Food aid cut to Malian refugees in Mauritania*

Nearly 50,000 Malian refugees are at risk following the suspension of food aid to their camp in southeastern Mauritania, with NGOs warning of a significant increase in acute malnutrition, particularly among children under five, and pregnant and lactating women.

See: Thousands flee violent upsurge in northern Mali

The World Food Programme (WFP), which supplies the majority of the camp’s food aid, including rice, vegetables, oil, sugar and salt, says it has insufficient funds to continue operations.

WFP already cut supplies in June, reducing rice rations by more than half, from 12 kilograms per person to 5.4 kilograms.

Some refugees at M’Berra have started raising livestock and others have set up small businesses selling soap and other goods, but most rely on outside aid, including food rations, for their survival.

“Refugees have tried to grow [produce] in communal gardens, but extreme heat, sandstorms and insects destroy most of the plantations,” said Maya Walet Mohamed, head of the women’s committee at the camp.

Moulay* (last name withheld), a Malian refugee and one of a dozen or so butchers and animal dealers in the camp, has started accepting good-faith loans because of the dire food situation.

“I often accept credit for cows and camels, and then I’m repaid after their resale," he told IRIN. “But during hard times, like now, I pay the difference in credit (between sale and resale) out of my own pocket.”

Due to the combination of a recent drought and the food suspension, people no longer have livestock or goods to trade or resell to buy meat, Moulay said.

“Sometimes they come with personal possessions to convince me to sell them one or two kilos of meat, such as shoes, more or less new, or even a TV antenna,” he told IRIN.

Malnutrition

It is too soon to say what impact this latest suspension will have, but when food distribution was stopped in March, Médecins Sans Frontières (MSF) saw a “clear increase” in the number of sick children in its nutritional programmes at M’Berra. Before the cancellation, an average of 30 kids were admitted per month. After the suspension, the number jumped to 79.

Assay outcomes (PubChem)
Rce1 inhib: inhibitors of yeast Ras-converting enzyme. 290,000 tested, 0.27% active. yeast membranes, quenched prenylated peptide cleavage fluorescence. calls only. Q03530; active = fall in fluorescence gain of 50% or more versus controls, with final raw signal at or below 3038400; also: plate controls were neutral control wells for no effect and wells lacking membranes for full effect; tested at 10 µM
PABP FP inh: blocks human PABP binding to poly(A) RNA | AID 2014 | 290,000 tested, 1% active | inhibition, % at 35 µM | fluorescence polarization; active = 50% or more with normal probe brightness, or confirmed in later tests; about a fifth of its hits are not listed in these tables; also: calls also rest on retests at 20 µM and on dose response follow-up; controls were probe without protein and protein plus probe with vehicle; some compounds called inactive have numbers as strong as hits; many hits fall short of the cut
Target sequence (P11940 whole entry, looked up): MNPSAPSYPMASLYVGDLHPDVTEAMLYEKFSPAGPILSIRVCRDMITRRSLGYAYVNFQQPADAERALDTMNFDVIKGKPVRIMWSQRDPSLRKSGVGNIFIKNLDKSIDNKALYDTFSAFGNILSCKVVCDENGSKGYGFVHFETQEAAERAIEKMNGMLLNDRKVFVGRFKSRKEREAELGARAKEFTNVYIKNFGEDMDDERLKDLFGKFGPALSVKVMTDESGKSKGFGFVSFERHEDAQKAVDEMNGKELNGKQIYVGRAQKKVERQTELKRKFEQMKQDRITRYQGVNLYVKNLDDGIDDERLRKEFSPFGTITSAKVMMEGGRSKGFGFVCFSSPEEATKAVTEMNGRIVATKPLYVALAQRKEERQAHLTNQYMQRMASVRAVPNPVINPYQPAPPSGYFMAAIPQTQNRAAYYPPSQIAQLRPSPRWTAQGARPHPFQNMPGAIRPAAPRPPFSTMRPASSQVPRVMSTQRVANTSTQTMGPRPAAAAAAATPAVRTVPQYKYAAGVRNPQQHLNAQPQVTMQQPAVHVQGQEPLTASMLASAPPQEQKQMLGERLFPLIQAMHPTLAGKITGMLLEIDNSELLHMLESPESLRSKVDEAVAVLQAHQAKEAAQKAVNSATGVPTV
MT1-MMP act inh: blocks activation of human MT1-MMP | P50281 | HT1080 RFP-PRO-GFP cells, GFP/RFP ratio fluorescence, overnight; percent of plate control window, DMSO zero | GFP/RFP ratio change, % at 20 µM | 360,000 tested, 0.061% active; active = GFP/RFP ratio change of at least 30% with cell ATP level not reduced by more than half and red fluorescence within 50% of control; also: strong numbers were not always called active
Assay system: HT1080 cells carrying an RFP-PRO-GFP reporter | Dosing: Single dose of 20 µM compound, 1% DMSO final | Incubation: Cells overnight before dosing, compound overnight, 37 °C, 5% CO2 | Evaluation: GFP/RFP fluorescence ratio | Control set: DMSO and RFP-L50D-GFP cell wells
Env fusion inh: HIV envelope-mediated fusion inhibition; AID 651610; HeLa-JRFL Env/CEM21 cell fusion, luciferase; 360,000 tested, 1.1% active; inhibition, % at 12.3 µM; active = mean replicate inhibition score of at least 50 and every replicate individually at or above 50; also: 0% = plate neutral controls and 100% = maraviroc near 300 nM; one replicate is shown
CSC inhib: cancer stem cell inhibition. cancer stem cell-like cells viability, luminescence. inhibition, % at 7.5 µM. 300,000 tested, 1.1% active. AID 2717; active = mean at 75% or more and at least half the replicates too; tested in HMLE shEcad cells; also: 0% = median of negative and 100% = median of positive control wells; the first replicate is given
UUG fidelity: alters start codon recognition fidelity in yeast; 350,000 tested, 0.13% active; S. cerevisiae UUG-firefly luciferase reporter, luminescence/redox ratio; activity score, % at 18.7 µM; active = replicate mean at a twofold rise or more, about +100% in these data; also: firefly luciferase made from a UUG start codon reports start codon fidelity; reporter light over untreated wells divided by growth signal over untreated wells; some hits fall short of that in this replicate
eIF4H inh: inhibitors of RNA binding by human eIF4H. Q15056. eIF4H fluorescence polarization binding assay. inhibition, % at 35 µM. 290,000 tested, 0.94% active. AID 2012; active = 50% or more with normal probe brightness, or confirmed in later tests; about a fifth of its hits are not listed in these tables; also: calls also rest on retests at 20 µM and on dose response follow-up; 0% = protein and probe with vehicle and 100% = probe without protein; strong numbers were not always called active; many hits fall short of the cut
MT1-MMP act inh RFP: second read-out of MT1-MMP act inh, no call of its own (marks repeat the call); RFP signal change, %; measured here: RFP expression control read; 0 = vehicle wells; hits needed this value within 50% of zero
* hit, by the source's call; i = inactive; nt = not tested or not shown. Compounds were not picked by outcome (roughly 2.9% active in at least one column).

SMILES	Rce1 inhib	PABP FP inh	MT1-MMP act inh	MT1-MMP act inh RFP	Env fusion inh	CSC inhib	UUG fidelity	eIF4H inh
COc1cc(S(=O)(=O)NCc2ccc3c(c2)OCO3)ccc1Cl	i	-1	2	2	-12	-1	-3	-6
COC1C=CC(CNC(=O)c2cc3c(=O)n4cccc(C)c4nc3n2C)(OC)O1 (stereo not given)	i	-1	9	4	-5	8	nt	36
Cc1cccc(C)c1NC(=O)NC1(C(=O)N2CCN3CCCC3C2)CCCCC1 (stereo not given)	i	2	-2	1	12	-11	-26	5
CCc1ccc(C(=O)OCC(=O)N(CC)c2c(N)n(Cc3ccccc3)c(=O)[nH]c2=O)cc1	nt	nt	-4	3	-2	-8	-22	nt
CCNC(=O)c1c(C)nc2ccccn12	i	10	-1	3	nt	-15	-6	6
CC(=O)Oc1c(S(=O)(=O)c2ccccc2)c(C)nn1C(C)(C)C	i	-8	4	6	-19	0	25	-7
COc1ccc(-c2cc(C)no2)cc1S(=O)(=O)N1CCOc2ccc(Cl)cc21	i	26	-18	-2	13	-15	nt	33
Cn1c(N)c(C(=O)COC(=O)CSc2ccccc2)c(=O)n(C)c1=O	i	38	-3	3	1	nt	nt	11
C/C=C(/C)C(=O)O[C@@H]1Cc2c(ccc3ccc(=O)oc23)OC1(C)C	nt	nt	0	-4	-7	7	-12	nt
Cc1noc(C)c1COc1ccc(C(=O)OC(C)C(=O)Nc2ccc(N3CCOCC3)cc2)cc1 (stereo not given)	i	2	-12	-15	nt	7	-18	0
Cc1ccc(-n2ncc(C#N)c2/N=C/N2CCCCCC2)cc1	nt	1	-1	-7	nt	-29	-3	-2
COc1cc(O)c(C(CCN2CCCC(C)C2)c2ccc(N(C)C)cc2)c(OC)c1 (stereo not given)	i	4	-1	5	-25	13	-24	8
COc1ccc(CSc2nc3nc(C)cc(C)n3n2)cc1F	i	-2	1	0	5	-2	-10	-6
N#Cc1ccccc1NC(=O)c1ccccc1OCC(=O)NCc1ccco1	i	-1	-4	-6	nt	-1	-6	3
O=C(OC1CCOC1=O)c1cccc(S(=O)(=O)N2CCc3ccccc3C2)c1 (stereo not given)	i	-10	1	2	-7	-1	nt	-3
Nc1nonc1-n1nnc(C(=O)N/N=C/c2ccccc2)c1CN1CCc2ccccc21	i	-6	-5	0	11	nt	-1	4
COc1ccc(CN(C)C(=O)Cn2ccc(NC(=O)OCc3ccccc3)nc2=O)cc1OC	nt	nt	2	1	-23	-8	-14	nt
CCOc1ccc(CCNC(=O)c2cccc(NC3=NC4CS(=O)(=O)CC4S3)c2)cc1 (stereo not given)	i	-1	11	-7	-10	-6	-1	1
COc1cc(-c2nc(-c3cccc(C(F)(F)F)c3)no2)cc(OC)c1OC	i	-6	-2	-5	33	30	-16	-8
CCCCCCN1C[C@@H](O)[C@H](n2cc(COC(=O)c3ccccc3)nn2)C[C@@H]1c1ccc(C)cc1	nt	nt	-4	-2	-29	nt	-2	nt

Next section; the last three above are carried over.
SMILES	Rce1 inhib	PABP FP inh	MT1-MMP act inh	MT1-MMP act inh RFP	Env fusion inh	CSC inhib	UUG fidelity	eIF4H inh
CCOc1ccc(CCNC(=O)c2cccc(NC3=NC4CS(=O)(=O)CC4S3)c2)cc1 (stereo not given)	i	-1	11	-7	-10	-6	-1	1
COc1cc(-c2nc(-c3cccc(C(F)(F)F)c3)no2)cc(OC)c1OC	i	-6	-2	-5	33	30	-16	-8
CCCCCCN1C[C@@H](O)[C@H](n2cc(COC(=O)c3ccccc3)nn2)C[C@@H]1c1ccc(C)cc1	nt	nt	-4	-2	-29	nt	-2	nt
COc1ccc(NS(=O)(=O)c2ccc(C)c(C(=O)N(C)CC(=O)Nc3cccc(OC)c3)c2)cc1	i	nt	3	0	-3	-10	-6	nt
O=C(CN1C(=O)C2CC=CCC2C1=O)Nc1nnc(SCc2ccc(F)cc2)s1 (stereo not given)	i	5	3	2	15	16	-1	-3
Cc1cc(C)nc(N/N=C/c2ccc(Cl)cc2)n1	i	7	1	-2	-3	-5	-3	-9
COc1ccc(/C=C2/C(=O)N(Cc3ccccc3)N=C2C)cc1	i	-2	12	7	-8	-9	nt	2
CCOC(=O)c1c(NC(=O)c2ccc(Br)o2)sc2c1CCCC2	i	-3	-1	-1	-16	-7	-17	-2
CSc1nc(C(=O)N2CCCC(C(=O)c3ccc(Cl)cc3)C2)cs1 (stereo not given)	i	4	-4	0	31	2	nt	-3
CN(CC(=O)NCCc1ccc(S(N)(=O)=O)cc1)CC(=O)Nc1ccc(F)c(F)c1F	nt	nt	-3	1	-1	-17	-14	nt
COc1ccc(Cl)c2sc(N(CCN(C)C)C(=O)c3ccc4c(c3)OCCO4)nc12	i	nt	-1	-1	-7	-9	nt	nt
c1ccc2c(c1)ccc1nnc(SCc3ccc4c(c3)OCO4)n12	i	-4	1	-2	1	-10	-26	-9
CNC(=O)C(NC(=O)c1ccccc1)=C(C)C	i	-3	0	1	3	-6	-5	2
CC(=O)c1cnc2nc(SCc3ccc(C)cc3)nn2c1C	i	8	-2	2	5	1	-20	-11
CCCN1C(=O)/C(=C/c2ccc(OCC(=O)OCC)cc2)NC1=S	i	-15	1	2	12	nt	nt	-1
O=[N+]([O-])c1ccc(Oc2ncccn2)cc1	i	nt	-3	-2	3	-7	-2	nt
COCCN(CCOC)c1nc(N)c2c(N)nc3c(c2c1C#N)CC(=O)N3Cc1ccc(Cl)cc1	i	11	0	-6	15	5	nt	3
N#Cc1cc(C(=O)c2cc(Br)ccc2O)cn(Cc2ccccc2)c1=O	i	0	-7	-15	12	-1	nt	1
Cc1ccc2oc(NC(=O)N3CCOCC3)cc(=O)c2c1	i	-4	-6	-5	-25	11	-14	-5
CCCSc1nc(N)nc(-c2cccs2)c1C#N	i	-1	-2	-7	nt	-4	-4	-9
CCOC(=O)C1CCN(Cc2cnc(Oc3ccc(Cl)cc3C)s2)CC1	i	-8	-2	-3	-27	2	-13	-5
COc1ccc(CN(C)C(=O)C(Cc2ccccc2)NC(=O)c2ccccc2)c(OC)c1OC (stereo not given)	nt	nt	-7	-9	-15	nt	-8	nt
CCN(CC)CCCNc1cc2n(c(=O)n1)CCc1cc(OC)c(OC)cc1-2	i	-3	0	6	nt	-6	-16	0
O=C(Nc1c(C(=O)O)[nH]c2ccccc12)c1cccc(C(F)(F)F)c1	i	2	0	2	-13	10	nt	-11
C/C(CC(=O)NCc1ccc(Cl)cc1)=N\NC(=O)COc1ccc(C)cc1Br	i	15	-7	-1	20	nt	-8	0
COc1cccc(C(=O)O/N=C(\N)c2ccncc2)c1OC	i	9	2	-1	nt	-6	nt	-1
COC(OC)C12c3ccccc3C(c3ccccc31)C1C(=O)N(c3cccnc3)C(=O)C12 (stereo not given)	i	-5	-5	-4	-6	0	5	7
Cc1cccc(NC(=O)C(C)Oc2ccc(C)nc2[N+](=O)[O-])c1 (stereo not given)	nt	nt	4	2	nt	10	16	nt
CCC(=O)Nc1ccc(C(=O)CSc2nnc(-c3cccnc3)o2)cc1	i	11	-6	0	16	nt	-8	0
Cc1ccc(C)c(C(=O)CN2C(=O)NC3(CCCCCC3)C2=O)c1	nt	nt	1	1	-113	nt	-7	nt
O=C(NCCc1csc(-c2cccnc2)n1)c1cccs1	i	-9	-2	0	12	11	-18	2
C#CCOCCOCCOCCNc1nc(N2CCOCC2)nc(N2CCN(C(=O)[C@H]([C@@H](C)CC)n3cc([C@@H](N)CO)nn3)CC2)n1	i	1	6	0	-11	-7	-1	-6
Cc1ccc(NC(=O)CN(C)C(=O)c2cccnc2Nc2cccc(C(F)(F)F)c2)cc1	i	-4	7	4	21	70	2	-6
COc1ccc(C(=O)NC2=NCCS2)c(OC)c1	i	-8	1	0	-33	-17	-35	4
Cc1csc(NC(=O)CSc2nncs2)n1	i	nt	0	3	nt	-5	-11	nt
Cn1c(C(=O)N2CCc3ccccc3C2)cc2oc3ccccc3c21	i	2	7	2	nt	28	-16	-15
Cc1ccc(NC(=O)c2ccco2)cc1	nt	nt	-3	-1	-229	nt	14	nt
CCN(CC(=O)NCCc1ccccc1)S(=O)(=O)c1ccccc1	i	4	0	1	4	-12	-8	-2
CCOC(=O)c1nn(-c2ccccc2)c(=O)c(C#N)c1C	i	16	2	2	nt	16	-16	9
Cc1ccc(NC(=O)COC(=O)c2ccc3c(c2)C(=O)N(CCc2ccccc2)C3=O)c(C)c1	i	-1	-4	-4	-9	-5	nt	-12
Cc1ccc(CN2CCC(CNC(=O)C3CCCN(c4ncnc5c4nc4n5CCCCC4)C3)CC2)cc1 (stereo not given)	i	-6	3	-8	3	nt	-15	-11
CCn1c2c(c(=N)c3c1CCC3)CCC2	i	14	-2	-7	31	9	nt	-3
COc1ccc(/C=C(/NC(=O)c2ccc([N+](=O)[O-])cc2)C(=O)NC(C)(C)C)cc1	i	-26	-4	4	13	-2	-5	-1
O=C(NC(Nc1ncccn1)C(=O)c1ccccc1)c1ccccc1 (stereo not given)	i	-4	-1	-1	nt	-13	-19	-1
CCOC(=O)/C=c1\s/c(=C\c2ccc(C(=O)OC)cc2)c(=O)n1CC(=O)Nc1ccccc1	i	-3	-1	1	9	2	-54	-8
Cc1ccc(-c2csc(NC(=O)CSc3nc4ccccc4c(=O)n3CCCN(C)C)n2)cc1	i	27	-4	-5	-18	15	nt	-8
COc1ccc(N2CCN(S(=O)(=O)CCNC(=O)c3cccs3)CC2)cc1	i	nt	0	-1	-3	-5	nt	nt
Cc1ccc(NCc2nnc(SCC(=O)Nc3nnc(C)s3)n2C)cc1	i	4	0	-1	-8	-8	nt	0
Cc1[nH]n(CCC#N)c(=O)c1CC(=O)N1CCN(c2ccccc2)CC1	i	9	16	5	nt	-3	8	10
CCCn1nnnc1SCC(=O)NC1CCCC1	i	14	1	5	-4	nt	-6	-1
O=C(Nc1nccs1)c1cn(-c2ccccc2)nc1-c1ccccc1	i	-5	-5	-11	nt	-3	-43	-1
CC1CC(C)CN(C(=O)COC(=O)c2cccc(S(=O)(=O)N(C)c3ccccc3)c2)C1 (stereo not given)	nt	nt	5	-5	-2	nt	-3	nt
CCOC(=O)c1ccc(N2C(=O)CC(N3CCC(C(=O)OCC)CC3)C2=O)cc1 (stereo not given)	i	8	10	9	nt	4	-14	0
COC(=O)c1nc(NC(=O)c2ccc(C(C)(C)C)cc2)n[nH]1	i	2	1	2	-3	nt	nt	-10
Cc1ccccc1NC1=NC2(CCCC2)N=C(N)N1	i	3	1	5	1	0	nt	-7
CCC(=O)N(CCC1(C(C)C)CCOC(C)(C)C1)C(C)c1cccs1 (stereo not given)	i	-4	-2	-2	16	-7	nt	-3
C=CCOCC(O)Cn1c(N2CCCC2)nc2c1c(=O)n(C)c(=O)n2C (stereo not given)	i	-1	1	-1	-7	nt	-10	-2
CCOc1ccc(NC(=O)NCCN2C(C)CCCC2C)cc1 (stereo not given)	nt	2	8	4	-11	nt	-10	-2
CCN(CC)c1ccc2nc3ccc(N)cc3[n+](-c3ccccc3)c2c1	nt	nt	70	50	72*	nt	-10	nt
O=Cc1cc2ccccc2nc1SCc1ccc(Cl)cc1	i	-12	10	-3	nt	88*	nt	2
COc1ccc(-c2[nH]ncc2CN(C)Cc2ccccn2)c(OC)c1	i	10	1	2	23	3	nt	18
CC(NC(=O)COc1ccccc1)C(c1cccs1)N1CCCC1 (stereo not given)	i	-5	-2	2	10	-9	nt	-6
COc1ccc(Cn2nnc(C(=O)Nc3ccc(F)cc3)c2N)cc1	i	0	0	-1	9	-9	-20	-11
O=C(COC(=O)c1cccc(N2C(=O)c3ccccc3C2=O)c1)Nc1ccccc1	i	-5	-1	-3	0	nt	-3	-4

“Any further stop in regular rations could degrade the health status of the camp,” said Mohamed Gbane, MSF’s medical coordinator for Mauritania. Gbane explained that malnutrition “opens the door” to other illnesses such as respiratory infections and diarrhoea.

“Safeguarding the health of refugees depends on a package of humanitarian aid, including, crucially, a balanced diet,” the doctor said. “Diseases in the camp have been relatively stable, but there is still currently a decrease in the level of nutritional health, which coincides with the ceasing of the distribution of food rations.”

Our livestock is dying [due to drought] and our children are increasingly ill. If nothing is done shortly, this cocktail can cause disastrous consequences in terms of health.

When MSF began operations in the camp in 2012, acute malnutrition for children under five was around 20 percent. Thanks to cooperation with WFP and other partners, the rate fell to nine percent by the first half of 2014.

“It would be a tragic if we let the most vulnerable return to catastrophic levels,” Gbane said. 

The timing of the interruption of food supplies is particularly bad as it coincides with the region’s lean season, when stocks of the staple crops are already low.

“The lean period is extremely difficult this year,” camp coordinator Mohamed Ag Melah told IRIN. “Our livestock is dying [due to drought] and our children are increasingly ill. If nothing is done shortly, this cocktail can cause disastrous consequences in terms of health.”

He urged donors to take responsibility.

“With the ration crisis, our family of eight, which includes four children, has not been able to nourish itself correctly,” 25-year-old Souley Ag Hassan, who fled Gao in northeastern Mali in 2013, told IRIN. “Food is our priority.”

More money needed

WFP says it needs around $1.27 million per month to cover the cost of food distribution in the camp. As of early July, the project was just 35 percent funded through September.

“The camp has been totally forgotten by donors because today international politics are focused on other crises like Syria and Ebola,” said Avril Benoit, head of the MSF mission in Mauritania.

“It was naively believed that after the signing of the peace agreements in Mali, that refugees would return home, but… recent attacks and looting of cities and villages in northern Mali have confirmed that it will still take time before the refugees feel safe enough to go back.”

See: Is Mali's peace process in peril?

Janne Suvanto, a spokesperson for WFP in Mauritania, assured IRIN that: “International donors have since found an emergency solution and we’re looking at the possibility of borrowing from the sub-region.”

Suvanto said that with the emergency funds, WFP hopes to fulfill at least 40 percent of food needs in the camp by mid-July, but that this is contingent on approval by donors. Even 40 percent wouldn’t be enough to cover all the needs in the camp and they would still have to start just with the most vulnerable women and children.

MSF project coordinator Rene Colgo made the point that all the emergency health support they provide at M’Berra is rendered fairly useless if refugees are sick through lack of food.

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*This report was amended on 12 August, removing a quotation from a refugee representative, which contained inaccurate information about food distributions.